Hair straightening chemicals associated with higher uterine cancer risk
NIH study finds Black women may be more affected due to higher use.
Women who used chemical hair straightening products were at higher risk for uterine cancer compared to women who did not report using these products (NIH).
There no associations with uterine cancer for other hair products that the women reported using, including hair dyes, bleach, highlights, or perms.
Women who reported frequent use of hair straightening products, defined as more than four times in the previous year, were more than twice as likely to go on to develop uterine cancer compared to those who did not use the products.
It is estimated that 1.64% of women who never used hair straighteners would go on to develop uterine cancer by the age of 70; but for frequent users, that risk goes up to 4.05%.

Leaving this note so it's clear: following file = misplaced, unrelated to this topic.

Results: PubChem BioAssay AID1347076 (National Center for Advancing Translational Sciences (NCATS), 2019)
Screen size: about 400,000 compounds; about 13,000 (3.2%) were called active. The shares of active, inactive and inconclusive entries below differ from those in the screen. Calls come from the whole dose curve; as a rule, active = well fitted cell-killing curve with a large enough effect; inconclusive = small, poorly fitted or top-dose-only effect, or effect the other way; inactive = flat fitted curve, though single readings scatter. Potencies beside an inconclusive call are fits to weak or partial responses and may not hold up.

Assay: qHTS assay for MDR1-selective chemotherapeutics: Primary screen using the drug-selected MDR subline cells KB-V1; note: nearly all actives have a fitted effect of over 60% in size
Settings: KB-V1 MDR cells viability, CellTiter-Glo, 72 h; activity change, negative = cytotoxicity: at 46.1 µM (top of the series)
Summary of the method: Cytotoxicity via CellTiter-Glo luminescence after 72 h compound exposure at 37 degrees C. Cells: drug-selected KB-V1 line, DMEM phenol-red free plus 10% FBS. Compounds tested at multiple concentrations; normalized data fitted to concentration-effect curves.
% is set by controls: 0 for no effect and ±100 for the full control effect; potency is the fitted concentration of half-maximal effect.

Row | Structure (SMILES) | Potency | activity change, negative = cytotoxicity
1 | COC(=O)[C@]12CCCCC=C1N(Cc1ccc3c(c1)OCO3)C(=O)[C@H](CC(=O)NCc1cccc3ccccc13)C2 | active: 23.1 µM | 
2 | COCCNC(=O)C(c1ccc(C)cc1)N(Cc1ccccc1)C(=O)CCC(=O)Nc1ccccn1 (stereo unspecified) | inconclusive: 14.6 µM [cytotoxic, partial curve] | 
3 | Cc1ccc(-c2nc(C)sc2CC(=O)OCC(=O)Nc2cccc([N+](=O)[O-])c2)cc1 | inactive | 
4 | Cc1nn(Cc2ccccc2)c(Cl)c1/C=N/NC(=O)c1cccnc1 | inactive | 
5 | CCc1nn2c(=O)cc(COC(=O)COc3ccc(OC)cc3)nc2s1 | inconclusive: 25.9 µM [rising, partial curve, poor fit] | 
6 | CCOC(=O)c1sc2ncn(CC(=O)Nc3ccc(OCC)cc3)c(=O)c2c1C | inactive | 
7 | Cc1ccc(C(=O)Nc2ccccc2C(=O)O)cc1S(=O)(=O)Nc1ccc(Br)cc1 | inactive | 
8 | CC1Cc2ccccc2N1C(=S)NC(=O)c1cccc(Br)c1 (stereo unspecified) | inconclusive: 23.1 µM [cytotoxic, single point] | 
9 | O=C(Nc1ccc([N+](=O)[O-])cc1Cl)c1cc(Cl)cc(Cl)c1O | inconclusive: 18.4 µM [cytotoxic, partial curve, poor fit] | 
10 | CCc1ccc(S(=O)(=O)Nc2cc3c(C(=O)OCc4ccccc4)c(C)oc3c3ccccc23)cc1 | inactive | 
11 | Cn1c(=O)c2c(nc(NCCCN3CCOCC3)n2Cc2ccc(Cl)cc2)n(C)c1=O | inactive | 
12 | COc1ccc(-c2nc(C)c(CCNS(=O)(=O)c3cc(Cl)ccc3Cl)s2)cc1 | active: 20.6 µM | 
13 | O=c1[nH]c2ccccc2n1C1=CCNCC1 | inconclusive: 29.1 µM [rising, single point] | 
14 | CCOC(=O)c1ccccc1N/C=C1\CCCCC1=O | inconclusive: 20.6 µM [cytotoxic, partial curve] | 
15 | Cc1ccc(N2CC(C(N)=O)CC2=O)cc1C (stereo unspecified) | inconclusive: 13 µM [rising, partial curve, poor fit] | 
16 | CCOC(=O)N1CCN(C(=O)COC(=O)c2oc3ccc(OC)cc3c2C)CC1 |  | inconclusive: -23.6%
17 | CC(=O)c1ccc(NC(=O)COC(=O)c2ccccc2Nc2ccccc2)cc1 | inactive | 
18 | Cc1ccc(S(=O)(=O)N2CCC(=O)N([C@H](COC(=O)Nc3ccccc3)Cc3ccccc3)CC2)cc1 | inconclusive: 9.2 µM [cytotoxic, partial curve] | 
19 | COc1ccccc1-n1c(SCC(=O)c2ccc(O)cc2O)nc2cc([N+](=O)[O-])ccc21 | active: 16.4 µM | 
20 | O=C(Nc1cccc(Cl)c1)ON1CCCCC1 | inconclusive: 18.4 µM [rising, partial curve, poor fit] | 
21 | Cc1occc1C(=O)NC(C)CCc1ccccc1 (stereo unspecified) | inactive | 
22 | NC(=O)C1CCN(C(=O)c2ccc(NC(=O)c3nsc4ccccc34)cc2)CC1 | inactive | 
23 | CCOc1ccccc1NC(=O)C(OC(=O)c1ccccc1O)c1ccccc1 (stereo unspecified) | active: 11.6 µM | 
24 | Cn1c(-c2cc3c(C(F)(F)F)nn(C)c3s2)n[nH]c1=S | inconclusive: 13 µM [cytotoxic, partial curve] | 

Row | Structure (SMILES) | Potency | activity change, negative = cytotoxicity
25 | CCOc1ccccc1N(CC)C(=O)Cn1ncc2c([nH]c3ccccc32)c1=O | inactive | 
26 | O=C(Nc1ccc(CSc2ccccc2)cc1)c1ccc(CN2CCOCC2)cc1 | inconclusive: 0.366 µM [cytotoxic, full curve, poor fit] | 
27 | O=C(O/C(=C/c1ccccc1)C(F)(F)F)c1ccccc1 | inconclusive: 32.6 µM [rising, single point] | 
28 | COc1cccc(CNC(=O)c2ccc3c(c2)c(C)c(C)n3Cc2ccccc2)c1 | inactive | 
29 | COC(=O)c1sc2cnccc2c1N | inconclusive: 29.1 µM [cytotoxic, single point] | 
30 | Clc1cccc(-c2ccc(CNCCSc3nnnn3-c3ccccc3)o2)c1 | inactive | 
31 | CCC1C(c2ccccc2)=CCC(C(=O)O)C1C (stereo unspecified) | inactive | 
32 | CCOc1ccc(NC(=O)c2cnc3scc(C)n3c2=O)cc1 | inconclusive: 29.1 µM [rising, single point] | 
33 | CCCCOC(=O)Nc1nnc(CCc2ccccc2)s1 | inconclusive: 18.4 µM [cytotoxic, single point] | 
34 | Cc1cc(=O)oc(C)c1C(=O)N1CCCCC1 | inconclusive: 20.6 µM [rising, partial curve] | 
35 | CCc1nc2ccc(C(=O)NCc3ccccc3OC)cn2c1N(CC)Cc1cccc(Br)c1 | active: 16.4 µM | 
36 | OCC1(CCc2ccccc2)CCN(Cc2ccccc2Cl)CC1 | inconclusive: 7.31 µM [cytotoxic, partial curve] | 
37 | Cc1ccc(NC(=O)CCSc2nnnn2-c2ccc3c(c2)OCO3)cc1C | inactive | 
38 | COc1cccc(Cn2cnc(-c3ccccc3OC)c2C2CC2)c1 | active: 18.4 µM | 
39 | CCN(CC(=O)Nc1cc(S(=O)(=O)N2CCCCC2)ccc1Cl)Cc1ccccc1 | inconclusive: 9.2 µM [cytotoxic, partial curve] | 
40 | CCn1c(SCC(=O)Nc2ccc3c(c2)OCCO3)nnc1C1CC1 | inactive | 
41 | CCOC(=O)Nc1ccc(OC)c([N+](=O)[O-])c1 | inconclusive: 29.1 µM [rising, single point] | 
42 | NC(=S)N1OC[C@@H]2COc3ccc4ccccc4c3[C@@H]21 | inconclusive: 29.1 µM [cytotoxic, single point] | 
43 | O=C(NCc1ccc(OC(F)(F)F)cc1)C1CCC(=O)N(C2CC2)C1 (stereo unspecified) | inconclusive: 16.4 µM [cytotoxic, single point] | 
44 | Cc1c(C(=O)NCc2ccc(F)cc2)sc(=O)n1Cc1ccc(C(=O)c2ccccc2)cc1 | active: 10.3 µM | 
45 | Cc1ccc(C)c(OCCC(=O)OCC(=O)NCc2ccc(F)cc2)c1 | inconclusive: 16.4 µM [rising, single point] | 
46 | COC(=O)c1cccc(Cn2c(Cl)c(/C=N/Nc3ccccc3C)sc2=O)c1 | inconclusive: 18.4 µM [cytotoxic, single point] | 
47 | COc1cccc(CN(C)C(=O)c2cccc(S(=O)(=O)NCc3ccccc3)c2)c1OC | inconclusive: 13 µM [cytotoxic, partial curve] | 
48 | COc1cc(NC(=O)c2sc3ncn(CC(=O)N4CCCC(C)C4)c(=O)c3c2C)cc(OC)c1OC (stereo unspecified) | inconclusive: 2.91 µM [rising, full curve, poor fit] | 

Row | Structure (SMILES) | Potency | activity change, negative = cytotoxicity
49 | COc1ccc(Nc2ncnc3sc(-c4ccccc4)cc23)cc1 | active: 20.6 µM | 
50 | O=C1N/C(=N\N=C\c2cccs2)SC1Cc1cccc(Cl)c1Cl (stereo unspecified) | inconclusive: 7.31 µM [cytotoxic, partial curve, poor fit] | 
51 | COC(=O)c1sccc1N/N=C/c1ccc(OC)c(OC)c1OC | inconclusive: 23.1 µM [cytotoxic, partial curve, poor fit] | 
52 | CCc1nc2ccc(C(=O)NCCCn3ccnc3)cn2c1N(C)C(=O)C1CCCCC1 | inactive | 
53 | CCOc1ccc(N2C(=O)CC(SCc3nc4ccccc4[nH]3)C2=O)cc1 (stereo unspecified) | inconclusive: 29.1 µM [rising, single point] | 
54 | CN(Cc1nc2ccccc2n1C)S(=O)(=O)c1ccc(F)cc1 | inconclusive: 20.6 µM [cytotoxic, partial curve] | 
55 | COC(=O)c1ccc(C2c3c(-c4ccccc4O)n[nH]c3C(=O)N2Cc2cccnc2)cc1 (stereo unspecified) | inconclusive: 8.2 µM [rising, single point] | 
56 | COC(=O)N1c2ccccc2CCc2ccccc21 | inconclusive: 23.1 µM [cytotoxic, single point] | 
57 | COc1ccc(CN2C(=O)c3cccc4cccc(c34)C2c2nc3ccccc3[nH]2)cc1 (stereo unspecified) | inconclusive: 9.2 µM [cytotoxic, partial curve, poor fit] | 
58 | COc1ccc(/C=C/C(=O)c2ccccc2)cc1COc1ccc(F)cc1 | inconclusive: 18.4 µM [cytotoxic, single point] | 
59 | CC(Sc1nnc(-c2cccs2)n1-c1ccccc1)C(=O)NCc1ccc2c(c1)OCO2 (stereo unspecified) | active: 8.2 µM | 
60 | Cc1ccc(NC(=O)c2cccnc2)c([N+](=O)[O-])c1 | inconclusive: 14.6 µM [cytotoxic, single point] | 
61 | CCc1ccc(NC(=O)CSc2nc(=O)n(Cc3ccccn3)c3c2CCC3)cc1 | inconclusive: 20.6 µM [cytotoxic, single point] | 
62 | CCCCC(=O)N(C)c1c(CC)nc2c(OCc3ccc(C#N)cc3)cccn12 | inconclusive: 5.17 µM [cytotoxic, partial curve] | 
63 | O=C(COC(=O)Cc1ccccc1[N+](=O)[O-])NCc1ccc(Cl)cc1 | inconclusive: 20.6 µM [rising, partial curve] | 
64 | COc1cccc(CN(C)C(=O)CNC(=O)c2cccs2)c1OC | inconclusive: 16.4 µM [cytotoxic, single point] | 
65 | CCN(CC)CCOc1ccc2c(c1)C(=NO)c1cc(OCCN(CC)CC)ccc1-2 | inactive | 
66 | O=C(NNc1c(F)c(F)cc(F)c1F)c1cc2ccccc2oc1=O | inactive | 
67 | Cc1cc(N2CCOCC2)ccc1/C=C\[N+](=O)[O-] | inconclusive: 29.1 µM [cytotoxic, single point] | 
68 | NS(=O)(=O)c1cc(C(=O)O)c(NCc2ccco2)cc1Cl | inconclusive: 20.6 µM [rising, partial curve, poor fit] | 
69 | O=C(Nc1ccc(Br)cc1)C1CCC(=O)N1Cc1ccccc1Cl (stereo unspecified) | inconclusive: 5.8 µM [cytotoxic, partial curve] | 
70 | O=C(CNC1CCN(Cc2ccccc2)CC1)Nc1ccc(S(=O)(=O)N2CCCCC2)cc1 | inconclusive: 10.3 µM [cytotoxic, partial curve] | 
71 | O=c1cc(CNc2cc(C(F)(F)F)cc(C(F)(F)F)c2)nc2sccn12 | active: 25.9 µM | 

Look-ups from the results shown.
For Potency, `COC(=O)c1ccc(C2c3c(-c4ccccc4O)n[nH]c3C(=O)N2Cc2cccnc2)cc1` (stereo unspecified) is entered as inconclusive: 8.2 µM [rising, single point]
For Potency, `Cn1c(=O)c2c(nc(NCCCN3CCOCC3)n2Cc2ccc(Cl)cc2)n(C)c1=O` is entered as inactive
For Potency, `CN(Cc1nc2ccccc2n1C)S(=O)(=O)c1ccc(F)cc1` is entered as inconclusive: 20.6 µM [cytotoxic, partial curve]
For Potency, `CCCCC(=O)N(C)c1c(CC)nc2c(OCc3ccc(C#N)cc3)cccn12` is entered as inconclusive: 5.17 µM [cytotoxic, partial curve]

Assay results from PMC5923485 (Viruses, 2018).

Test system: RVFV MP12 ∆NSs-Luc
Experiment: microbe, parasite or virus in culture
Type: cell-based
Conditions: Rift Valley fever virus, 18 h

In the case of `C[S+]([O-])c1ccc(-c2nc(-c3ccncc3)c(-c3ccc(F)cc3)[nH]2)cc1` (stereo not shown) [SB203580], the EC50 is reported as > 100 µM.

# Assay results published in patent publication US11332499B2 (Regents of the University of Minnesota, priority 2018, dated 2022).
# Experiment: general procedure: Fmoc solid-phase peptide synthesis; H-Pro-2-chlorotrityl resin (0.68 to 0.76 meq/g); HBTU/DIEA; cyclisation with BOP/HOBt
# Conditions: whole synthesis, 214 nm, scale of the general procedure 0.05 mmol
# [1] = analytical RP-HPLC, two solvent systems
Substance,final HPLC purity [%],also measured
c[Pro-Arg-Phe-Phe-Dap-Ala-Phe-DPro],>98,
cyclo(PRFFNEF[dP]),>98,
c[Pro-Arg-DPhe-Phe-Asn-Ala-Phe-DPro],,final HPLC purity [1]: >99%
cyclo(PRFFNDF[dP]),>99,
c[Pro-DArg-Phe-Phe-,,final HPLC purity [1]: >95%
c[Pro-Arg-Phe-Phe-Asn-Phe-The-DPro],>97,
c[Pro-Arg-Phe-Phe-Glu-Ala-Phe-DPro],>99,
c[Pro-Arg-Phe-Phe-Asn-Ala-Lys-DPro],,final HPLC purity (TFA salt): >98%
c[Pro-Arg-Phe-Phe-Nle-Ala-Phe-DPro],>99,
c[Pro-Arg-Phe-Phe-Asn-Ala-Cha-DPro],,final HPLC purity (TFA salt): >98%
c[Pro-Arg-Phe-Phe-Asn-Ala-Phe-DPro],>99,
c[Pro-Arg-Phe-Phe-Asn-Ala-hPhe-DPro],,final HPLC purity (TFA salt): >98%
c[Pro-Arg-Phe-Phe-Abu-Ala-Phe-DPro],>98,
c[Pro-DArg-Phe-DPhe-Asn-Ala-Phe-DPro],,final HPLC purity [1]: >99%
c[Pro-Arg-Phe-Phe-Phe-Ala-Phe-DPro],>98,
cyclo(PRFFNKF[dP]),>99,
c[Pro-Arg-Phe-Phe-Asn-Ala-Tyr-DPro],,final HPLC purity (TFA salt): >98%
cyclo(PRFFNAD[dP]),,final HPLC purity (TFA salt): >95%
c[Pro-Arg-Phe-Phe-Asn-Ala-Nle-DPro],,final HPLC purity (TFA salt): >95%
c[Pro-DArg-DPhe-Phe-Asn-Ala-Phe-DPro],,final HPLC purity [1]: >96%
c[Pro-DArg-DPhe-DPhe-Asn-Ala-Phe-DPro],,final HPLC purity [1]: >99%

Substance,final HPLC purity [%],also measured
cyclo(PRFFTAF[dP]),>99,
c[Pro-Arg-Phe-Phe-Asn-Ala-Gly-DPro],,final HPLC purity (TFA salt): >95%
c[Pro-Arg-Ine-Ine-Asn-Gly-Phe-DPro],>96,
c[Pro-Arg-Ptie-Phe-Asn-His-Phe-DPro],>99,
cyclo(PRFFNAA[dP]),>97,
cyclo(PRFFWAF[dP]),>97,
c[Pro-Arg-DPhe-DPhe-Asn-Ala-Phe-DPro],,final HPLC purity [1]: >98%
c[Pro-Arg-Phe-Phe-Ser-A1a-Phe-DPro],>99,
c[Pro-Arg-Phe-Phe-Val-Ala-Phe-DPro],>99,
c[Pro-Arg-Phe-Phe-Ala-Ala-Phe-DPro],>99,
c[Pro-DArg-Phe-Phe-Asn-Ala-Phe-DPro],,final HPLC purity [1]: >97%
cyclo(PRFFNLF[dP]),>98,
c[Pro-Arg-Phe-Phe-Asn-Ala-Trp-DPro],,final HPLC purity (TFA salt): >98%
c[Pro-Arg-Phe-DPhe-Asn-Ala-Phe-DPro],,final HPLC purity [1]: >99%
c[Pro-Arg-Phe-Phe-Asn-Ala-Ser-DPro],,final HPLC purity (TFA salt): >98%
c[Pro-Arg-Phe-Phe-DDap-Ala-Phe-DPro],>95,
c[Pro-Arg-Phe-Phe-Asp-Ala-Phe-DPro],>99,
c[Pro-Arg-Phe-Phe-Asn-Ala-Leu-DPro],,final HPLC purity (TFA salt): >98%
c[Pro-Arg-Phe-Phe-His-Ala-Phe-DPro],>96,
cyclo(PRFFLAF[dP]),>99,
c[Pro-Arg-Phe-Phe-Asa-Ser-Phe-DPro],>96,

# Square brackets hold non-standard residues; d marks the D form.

Uterine cancer accounts for about 3% of all new cancer cases but is the most common cancer of the female reproductive system, with 65,950 estimated new cases in 2022.
Studies show that incidence rates of uterine cancer have been rising in the United States, particularly among Black women.
The study did not find that the relationship between straightener use and uterine cancer incidence was different by race, the adverse health effects may be greater for Black women due to higher prevalence of use.
Prior studies showing straighteners can increase the risk of hormone-related cancers in women.
Permanent hair dye and straighteners may increase breast and ovarian cancer risk.
Using hair straighteners excessively or incorrectly can lead to several potential dangers and risks:
1. Heat damage: Excessive heat from straighteners can damage the hair, causing dryness, breakage, and split ends.
2. Burns: If not handled carefully, hair straighteners can cause burns to the scalp, ears, neck, or hands.
3. Overprocessing: Too frequent use of straighteners can lead to overprocessing of the hair, resulting in weakened, brittle hair.
4. Allergic reactions: Some individuals may experience allergic reactions to materials in the straightener plates or the coatings on the plates.